Wednesday, June 22, 2011

In Which I Walk, Read, and Visit the Nerdiest Museum

After my adventures at the Folger Monday, I wandered around the Capitol Hill area for a while.  Look at these houses:

Capitol Hill Houses

How could you not want to live in those houses? Especially since they're across the street from the Library of Congress and the Folger Shakespeare Library! Throw in a Cafe Rio on the other side, and my own little 1-block Eden would be complete!

The interior botanical gardens were closed by the time I got back to the Smithsonian area, but their outdoor gardens were still open. I wandered around them for a while, then found a quiet bench in the shade and pulled out my Kindle. to alternate reading and eavesdropping on the conversations of the other tourists passing by.

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Where I read

Botanical Fountain
An Alice-in-Wonderlandian Fountain

On Tuesday I went to the National Postal Museum. The thought of an entire museum dedicated to the Postal Service entertained me, and I wanted to see just what they did to make it "Interactive!" as their advertisements promised.

The interior of the building, which they share with the Bureau of Labor, is cool looking:

Postal Building

and, true to Smithsonian form, when you first enter the museum you are greeted by various vehicles:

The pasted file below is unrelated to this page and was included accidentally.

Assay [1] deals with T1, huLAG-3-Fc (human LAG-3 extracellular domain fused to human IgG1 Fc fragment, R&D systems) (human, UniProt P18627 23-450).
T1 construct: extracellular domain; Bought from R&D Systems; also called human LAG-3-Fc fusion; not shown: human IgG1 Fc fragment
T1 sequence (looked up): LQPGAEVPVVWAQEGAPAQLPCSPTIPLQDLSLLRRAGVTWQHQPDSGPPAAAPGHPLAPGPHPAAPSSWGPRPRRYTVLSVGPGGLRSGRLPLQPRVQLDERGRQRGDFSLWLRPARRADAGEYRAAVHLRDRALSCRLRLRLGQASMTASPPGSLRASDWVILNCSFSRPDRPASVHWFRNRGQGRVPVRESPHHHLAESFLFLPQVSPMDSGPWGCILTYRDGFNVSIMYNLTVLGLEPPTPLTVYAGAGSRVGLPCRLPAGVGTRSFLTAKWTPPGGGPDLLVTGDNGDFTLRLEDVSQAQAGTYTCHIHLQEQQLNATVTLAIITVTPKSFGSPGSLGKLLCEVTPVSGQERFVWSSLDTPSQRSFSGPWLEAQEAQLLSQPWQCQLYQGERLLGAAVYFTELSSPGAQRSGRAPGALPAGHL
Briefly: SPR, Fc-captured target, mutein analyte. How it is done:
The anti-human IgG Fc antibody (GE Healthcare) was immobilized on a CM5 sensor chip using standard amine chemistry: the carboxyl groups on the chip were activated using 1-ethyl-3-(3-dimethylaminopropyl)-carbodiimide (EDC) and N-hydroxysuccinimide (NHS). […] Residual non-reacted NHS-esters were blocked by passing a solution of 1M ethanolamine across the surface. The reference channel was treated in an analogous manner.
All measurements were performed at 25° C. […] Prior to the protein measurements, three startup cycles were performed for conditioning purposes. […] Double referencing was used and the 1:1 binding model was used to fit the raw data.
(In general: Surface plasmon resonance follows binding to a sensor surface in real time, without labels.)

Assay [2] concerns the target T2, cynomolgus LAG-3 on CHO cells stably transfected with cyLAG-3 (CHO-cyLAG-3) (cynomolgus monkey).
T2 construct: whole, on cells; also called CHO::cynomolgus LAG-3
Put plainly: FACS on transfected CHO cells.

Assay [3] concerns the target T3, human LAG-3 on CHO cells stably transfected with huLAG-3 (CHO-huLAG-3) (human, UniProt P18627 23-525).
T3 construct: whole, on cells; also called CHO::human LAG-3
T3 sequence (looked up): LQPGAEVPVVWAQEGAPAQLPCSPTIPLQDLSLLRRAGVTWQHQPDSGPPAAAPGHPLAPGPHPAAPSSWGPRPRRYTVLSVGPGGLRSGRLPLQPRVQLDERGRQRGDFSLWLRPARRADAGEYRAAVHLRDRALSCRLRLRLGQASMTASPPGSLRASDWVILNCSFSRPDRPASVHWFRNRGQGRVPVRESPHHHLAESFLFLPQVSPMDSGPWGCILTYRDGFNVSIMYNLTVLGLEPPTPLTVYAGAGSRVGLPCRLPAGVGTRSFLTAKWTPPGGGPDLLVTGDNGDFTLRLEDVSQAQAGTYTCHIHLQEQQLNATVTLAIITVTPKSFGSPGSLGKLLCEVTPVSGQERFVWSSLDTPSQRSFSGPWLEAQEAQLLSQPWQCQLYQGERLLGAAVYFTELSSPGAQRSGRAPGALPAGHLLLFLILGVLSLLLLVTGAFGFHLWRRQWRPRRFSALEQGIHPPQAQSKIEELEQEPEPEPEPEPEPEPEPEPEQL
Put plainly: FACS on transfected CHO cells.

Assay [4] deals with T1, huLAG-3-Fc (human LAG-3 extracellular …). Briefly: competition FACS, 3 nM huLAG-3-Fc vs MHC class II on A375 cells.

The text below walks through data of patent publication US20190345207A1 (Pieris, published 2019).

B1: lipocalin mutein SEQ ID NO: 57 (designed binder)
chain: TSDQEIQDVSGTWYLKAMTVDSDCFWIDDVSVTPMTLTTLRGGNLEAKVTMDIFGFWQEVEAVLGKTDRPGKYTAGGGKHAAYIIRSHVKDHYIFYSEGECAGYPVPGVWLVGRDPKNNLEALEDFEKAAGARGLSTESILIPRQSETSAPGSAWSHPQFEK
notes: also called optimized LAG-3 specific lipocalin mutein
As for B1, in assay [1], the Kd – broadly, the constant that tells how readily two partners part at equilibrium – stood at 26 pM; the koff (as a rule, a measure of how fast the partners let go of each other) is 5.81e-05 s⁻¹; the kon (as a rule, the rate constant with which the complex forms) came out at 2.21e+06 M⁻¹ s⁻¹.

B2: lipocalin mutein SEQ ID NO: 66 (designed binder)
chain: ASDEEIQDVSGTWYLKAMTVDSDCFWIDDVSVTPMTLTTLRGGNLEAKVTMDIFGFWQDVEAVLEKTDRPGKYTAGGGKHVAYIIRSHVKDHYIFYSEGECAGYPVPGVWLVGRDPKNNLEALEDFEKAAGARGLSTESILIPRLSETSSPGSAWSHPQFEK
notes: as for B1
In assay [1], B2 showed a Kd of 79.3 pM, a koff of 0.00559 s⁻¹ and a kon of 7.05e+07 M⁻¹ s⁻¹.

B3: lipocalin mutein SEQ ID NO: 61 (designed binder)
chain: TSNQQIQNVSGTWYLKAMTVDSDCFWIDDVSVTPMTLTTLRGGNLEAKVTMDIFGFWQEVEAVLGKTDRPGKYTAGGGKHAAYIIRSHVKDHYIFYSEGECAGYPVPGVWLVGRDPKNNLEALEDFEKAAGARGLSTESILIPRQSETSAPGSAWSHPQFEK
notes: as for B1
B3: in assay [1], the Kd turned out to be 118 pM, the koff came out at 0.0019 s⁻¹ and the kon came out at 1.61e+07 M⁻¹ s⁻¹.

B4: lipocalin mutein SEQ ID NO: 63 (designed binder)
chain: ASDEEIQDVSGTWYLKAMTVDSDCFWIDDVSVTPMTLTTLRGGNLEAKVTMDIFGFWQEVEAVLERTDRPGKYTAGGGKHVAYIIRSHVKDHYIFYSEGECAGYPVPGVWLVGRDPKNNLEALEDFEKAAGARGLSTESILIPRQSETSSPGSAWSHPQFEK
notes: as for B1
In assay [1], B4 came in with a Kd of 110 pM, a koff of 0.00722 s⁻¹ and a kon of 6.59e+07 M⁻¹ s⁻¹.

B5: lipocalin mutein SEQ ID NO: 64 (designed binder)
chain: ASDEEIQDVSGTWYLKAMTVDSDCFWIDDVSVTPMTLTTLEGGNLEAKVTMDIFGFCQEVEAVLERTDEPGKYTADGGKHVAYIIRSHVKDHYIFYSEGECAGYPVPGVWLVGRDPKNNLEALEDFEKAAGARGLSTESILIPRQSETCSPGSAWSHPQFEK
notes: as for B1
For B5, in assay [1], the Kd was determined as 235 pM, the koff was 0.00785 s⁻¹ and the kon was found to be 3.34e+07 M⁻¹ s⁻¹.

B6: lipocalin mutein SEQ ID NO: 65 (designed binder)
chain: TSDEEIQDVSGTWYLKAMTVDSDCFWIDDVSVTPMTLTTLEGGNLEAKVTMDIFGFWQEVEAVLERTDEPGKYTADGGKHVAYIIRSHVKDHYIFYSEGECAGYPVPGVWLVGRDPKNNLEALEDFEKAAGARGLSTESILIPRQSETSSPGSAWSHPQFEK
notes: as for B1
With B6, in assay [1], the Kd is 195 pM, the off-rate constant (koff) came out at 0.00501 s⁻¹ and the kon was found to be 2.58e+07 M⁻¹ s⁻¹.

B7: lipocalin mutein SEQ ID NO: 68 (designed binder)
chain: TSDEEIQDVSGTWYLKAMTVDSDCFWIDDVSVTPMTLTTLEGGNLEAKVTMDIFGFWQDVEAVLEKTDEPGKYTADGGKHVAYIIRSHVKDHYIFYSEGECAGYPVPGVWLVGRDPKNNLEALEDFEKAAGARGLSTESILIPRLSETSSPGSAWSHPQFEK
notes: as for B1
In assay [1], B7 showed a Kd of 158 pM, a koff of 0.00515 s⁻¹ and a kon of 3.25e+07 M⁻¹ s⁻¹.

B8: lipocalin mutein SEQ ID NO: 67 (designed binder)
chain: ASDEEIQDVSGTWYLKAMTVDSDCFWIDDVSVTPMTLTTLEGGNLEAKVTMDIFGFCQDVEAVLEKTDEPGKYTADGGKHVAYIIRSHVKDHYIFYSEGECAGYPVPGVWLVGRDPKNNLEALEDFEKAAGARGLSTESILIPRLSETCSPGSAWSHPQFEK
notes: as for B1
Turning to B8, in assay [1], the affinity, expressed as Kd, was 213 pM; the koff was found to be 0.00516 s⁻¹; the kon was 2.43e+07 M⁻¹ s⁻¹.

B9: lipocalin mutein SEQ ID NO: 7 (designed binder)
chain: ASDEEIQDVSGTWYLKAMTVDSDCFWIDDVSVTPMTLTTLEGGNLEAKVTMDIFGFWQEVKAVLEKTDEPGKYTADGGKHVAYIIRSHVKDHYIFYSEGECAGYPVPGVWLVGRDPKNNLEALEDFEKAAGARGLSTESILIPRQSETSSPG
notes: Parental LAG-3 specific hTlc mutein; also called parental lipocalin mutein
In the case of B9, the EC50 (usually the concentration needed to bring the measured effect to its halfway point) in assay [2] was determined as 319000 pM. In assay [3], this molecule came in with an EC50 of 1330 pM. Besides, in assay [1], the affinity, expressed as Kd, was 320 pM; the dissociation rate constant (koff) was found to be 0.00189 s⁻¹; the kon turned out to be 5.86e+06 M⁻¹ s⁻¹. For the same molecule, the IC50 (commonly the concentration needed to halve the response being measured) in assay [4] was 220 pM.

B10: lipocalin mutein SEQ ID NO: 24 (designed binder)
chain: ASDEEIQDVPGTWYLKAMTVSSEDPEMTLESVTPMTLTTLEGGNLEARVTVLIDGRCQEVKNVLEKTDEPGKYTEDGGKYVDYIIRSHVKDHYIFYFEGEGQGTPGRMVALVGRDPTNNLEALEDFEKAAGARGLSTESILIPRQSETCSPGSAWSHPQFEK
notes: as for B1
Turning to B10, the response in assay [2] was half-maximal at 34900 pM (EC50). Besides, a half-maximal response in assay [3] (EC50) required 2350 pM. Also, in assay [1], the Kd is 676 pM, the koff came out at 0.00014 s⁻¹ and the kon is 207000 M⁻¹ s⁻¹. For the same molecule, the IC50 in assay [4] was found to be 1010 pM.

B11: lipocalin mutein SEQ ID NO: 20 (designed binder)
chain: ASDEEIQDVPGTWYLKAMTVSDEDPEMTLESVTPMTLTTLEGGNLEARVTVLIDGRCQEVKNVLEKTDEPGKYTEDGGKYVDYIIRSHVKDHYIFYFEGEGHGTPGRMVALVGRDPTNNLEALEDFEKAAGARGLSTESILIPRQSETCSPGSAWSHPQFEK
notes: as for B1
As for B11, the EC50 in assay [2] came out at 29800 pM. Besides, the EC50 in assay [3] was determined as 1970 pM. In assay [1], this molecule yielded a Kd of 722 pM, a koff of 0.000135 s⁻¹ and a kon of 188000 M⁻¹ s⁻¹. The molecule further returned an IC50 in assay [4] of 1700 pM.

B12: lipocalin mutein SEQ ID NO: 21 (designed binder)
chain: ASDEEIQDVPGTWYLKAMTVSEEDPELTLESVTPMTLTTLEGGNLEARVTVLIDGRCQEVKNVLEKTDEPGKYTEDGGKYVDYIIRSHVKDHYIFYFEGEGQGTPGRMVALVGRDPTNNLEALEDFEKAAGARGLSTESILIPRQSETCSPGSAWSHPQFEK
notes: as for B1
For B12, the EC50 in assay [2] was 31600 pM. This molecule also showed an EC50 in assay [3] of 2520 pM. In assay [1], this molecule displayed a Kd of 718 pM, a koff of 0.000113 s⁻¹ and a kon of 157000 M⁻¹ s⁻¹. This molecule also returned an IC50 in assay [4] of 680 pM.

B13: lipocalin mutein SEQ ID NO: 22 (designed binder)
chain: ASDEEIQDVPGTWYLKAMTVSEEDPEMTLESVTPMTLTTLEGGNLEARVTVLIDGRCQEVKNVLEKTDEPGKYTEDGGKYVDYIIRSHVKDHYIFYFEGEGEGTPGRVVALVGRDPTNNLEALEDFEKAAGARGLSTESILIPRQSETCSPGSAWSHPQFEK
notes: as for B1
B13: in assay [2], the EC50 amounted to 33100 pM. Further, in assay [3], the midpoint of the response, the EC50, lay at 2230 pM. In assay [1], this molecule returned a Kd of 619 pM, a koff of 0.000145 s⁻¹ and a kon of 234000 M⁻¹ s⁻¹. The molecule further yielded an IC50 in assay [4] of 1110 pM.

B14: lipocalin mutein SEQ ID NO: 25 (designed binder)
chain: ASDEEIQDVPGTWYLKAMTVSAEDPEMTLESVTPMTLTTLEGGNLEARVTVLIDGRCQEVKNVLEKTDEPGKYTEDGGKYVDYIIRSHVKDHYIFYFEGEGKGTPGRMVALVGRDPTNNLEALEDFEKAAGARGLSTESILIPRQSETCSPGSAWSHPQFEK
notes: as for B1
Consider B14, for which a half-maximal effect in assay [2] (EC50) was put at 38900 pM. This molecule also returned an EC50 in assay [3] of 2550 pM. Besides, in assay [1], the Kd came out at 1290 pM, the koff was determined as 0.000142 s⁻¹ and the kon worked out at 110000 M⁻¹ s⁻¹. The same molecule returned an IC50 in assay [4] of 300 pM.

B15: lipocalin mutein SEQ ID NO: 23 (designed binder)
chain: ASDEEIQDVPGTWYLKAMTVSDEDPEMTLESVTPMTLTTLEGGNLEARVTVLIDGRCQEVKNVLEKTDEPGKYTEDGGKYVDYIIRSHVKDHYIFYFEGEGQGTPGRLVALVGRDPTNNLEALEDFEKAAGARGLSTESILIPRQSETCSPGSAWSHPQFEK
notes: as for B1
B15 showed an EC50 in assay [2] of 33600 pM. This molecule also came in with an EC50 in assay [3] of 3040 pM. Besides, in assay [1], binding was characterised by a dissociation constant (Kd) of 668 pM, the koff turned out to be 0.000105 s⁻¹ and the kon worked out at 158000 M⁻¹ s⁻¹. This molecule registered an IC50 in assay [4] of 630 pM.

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They had an old-fashioned train car where you could try your hand at sorting mail:

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Old-Timey video viewers:

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A stage-coach you could hop into for a photo-op with some creepy cream-colored plastic people:

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A Post-Office version of the Oregon Trail you could play on a touch-table:

Postal Oregon Trail

And a passage where you could "trace the route the mail carriers of the Old West took!" complete with painted snow and hatchet-marked trees:

Postal Walk-through

Aside from the "history of the mail" exhibits, the other exhibits focused on how awesome the postal system is. For example, they have displays of the Unabomber's handcuffs and an extortionist letter from a 1920's gangster which illustrate how postal workers help fight terrorism. Or, there's the way that the postal system supports the First Amendment:

Postal First Amendment

by delivering newspapers:

Postal Newspapers

About 1/3 of the museum is dedicated to stamps. There is a room that goes through the ABCs of stamp collecting:

Postal Stamp Collection

And another room that houses hundreds of examples of domestic and international stamps in shelves that you can pull out to explore:

Postal Museum Shelves

Postal Museum - Pulled-out Shelf

My favorite part of the museum, though, was the part that summed up the true post office experience:

Postal Museum - Closed Post Office

When I went to buy stamps, the post office was closed for lunch.

1 comment:

  1. I actually laughed out loud in a room with only myself and Jack when I read that last part!

    Also, I was all prepared to contest 'nerdiest museum', but I don't think I will.